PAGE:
A newfangled beer in an oldfangled can
Despite not being around since the early '70s, the time was obviously right to bring back low gas prices. Wait, what's that? Oh, sorry, that's supposed to read "throwback steel beer cans". Anyway, the dudes behind Two Beers are putting a brand-new pilsner inside those old metal cylinders your dad drank in the woods, which require a special "churchkey" to open, and've been reborn thanks to a PDX designer, and, inexplicably, Adrian Grenier, who, after earning Turtle a cool $3mil on his last alcoholic beverage investment, clearly has an eye for these things.
So by now you're probably wondering, "what's the deal with all this, and does Vince hang out with E in real life?"*. Get clued in on:
The Can: This dense, steel number is the first mass-market flat-top to be introduced since the late '70s, when pull-tab cans became the standard. Its Deal: Made by a 130yr-old Colorado company that's produced 'em since the '30s, flat-top cans act like a mini keg, preventing skunkage, and making it physically possible for that tiny dude Vince definitely doesn't hang out with in real life to do keg stands.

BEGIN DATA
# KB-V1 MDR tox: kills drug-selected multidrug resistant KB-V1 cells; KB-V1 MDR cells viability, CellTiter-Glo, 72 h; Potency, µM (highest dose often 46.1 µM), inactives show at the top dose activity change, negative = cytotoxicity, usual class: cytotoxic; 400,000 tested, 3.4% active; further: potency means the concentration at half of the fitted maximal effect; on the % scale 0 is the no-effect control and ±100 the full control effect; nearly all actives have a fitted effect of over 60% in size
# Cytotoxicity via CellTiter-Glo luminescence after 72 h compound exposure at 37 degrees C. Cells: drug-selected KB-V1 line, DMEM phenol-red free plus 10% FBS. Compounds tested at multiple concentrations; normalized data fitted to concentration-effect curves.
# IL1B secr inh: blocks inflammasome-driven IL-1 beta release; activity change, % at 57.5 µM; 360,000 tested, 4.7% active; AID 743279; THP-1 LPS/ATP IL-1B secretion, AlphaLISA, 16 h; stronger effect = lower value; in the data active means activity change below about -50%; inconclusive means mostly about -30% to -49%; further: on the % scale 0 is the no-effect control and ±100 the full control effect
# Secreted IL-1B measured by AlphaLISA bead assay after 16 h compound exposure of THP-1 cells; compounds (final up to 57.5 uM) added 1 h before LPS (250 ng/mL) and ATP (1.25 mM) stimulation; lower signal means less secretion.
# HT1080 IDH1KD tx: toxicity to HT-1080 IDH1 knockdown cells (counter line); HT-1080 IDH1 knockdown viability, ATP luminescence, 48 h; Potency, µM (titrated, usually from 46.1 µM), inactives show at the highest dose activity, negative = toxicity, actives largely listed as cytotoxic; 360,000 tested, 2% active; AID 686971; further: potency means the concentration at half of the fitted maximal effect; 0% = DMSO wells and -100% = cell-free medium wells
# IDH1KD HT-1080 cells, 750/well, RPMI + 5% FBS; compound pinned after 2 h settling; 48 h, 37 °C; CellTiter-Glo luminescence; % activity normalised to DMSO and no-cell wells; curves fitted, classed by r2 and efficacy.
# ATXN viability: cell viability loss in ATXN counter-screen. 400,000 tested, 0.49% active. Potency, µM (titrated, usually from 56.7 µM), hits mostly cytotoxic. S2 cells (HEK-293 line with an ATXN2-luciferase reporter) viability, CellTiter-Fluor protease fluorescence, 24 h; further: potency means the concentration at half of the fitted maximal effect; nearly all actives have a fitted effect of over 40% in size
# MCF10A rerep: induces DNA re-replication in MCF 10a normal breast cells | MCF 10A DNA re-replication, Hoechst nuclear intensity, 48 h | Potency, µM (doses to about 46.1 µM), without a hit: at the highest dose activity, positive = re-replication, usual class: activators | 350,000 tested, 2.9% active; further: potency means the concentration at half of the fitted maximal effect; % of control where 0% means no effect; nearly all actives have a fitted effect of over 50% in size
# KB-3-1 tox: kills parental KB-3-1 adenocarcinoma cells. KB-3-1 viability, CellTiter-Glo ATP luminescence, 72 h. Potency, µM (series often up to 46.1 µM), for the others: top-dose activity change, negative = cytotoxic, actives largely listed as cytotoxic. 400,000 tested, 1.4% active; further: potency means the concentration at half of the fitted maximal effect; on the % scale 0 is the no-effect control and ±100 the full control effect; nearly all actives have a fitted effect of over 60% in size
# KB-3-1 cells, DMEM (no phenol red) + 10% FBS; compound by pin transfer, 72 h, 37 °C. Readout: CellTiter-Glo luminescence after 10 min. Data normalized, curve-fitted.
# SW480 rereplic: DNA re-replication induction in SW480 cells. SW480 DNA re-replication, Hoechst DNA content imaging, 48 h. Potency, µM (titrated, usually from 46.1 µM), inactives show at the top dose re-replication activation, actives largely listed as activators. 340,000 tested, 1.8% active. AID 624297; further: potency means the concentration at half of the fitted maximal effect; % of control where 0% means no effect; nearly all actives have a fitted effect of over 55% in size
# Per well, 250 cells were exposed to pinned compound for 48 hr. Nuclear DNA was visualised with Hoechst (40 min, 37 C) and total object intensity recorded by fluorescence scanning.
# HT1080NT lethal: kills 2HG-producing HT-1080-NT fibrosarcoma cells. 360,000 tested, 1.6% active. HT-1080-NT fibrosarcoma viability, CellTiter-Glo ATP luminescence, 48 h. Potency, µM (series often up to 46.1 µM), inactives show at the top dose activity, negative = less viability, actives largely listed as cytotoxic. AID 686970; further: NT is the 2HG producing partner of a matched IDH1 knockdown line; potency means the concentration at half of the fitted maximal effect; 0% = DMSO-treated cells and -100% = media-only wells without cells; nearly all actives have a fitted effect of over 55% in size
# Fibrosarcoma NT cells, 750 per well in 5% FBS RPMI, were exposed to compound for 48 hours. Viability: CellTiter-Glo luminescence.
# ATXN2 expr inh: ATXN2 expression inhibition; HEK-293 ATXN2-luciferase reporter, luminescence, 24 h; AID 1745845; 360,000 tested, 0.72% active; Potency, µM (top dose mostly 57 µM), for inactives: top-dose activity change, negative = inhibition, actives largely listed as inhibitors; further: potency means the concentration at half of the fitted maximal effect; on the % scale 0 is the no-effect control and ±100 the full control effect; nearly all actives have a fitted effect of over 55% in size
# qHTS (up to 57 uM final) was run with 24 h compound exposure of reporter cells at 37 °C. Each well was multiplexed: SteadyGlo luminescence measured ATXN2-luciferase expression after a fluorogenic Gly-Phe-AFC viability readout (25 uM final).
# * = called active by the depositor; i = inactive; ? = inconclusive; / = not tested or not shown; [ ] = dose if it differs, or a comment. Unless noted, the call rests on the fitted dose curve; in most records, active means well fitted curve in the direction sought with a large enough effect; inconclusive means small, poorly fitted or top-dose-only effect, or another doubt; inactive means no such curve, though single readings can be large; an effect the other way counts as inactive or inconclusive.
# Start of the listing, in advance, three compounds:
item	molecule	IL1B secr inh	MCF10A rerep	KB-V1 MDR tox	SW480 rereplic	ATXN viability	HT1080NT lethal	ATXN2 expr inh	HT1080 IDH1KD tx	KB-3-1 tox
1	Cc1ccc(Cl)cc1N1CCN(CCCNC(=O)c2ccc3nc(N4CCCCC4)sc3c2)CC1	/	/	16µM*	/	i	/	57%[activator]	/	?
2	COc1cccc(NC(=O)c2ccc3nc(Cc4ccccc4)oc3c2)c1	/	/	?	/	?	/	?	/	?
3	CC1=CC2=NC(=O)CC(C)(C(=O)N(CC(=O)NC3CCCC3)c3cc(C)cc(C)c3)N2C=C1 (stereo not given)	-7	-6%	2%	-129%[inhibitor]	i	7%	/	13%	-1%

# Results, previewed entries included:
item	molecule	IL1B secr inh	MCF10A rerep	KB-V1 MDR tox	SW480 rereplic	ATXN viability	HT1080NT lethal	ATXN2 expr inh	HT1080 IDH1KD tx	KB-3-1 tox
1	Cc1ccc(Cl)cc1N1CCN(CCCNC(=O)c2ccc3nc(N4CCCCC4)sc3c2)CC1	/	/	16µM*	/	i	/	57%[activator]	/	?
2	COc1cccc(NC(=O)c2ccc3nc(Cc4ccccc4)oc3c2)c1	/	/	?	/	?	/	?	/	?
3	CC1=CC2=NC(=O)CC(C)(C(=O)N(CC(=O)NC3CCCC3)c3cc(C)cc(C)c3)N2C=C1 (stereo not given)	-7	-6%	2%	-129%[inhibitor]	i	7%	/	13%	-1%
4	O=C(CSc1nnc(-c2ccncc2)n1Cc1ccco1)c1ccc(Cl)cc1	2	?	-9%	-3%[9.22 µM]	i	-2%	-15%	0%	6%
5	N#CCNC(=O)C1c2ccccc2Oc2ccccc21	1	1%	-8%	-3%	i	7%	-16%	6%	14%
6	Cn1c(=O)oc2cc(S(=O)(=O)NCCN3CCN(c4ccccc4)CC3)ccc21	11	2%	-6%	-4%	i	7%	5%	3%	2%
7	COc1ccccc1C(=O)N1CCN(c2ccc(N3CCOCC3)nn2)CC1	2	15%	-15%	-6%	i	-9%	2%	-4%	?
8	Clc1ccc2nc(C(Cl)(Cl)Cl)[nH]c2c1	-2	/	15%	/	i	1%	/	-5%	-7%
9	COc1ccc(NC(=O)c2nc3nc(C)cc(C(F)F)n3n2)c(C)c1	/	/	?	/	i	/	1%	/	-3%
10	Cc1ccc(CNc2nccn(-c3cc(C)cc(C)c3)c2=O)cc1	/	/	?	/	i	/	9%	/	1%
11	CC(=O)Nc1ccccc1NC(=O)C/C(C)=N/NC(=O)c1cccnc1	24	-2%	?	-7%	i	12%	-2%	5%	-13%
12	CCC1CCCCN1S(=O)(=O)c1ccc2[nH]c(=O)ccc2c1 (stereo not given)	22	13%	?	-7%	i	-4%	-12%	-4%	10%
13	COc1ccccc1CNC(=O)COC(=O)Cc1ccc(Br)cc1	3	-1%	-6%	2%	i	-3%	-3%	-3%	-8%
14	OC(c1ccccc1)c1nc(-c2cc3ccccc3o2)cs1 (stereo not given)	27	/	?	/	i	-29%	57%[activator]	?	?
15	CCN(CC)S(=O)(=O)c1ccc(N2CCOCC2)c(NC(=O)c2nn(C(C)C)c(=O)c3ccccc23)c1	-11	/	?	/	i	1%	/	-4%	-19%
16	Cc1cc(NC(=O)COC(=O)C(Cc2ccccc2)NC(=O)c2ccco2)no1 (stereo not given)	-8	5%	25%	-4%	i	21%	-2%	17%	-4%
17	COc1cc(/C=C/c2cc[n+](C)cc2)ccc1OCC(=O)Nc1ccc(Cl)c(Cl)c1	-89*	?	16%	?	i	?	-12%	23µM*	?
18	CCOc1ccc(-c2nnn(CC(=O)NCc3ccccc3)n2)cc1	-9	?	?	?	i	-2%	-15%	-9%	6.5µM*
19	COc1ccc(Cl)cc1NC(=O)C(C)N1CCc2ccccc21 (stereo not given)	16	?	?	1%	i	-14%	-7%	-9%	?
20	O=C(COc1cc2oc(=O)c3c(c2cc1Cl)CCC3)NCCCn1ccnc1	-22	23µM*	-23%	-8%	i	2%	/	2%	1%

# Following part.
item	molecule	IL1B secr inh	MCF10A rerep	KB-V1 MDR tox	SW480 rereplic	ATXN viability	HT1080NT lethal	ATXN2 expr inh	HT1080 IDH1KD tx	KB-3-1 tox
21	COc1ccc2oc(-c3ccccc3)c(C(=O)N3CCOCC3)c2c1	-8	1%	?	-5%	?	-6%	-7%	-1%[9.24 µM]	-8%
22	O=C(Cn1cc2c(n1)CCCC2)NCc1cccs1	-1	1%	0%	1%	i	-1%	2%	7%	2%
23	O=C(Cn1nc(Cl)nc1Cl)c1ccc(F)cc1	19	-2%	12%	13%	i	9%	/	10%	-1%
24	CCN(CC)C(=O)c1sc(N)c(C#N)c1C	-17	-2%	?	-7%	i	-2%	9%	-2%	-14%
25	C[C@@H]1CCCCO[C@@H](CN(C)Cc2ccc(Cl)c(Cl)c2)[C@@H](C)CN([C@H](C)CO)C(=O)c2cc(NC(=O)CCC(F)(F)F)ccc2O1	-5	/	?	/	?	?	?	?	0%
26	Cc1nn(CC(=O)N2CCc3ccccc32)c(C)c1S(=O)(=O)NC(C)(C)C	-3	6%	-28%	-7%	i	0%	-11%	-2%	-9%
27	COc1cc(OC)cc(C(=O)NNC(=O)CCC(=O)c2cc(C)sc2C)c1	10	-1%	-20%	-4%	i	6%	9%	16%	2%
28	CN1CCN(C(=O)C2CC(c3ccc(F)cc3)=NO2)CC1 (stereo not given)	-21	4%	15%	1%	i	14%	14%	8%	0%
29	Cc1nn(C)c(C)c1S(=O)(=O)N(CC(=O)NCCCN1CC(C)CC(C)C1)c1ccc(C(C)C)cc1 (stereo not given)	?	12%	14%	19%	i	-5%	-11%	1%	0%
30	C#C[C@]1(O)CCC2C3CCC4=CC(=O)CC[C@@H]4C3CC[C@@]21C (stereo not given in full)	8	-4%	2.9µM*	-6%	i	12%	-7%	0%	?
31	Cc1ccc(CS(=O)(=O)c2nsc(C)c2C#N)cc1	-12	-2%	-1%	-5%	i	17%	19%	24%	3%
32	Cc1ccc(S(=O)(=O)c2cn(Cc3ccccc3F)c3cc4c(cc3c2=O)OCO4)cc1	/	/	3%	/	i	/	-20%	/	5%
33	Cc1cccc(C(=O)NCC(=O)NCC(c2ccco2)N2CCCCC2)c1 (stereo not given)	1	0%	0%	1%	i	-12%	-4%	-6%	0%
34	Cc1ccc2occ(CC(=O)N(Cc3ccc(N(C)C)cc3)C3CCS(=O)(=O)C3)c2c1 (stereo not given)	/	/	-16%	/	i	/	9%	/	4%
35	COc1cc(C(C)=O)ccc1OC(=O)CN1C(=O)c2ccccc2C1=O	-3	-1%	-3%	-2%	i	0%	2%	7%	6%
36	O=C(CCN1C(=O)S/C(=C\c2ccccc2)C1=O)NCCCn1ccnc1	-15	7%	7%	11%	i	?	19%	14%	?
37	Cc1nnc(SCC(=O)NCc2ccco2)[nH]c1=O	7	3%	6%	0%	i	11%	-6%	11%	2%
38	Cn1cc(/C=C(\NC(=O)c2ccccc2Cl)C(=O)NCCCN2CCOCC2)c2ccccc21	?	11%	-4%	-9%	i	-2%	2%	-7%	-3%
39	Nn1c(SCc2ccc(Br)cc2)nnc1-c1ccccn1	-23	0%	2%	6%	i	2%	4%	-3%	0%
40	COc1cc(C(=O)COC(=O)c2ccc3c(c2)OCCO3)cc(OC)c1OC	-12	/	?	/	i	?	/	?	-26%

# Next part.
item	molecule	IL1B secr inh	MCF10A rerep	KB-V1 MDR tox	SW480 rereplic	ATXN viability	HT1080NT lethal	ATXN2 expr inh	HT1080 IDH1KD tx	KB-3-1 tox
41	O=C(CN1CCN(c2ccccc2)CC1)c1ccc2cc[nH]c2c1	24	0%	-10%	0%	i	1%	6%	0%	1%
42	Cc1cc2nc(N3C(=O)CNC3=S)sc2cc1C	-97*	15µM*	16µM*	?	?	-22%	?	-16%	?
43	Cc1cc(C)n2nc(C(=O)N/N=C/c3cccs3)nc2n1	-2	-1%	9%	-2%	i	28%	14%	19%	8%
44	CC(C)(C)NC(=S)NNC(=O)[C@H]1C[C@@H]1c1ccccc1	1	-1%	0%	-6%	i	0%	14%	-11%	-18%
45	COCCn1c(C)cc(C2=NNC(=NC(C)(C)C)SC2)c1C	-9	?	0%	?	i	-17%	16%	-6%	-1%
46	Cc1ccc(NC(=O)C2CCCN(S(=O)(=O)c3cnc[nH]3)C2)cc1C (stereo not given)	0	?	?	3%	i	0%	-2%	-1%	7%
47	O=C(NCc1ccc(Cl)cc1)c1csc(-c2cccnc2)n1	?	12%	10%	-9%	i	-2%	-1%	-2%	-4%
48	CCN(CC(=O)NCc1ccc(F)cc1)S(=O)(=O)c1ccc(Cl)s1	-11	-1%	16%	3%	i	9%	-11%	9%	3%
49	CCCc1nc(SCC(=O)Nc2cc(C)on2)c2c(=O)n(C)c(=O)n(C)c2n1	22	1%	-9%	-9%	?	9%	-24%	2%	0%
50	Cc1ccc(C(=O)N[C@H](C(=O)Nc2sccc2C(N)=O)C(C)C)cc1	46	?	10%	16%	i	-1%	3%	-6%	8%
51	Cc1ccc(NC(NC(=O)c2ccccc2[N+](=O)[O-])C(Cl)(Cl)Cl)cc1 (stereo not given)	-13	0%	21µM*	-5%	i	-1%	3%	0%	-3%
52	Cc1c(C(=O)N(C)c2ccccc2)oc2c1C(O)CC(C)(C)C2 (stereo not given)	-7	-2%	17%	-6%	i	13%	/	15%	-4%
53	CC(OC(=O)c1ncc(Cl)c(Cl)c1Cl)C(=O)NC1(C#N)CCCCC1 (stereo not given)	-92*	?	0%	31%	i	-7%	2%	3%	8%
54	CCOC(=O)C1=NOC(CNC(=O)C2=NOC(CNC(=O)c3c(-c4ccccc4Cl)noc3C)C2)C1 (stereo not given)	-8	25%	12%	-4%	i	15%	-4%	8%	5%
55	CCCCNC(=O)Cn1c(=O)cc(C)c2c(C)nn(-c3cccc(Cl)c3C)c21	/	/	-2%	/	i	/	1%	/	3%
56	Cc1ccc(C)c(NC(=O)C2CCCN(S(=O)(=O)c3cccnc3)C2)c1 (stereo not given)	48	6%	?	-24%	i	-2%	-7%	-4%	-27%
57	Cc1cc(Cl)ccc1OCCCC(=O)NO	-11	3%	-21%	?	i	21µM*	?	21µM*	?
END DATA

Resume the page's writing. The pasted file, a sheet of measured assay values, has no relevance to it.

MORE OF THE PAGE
Churchkeys: When monks needed to secure their abbeys/beer, they used keys which were often big and oddly shaped. Their Deal: Today Churchkeys are used to rip two triangular holes (one for drinking, one for airflow) in the top of the can, and, conveniently, come included with each sixer, though, as Philly fans know, you're on your own for shooters.
The Beer: The aforementioned pilsner-style brew is 4.9% ABV and has 29 International Bitterness Units, which pales in comparison to the infinity bitterness units Christopher Hitchens possessed (RIP!). Its Deal: Developed by two PDX home brewers, these suds get their body from the light, grainy malt taste, and their complexity from the Saaz hops, which explains why they've garnered quite the fawning Entourage.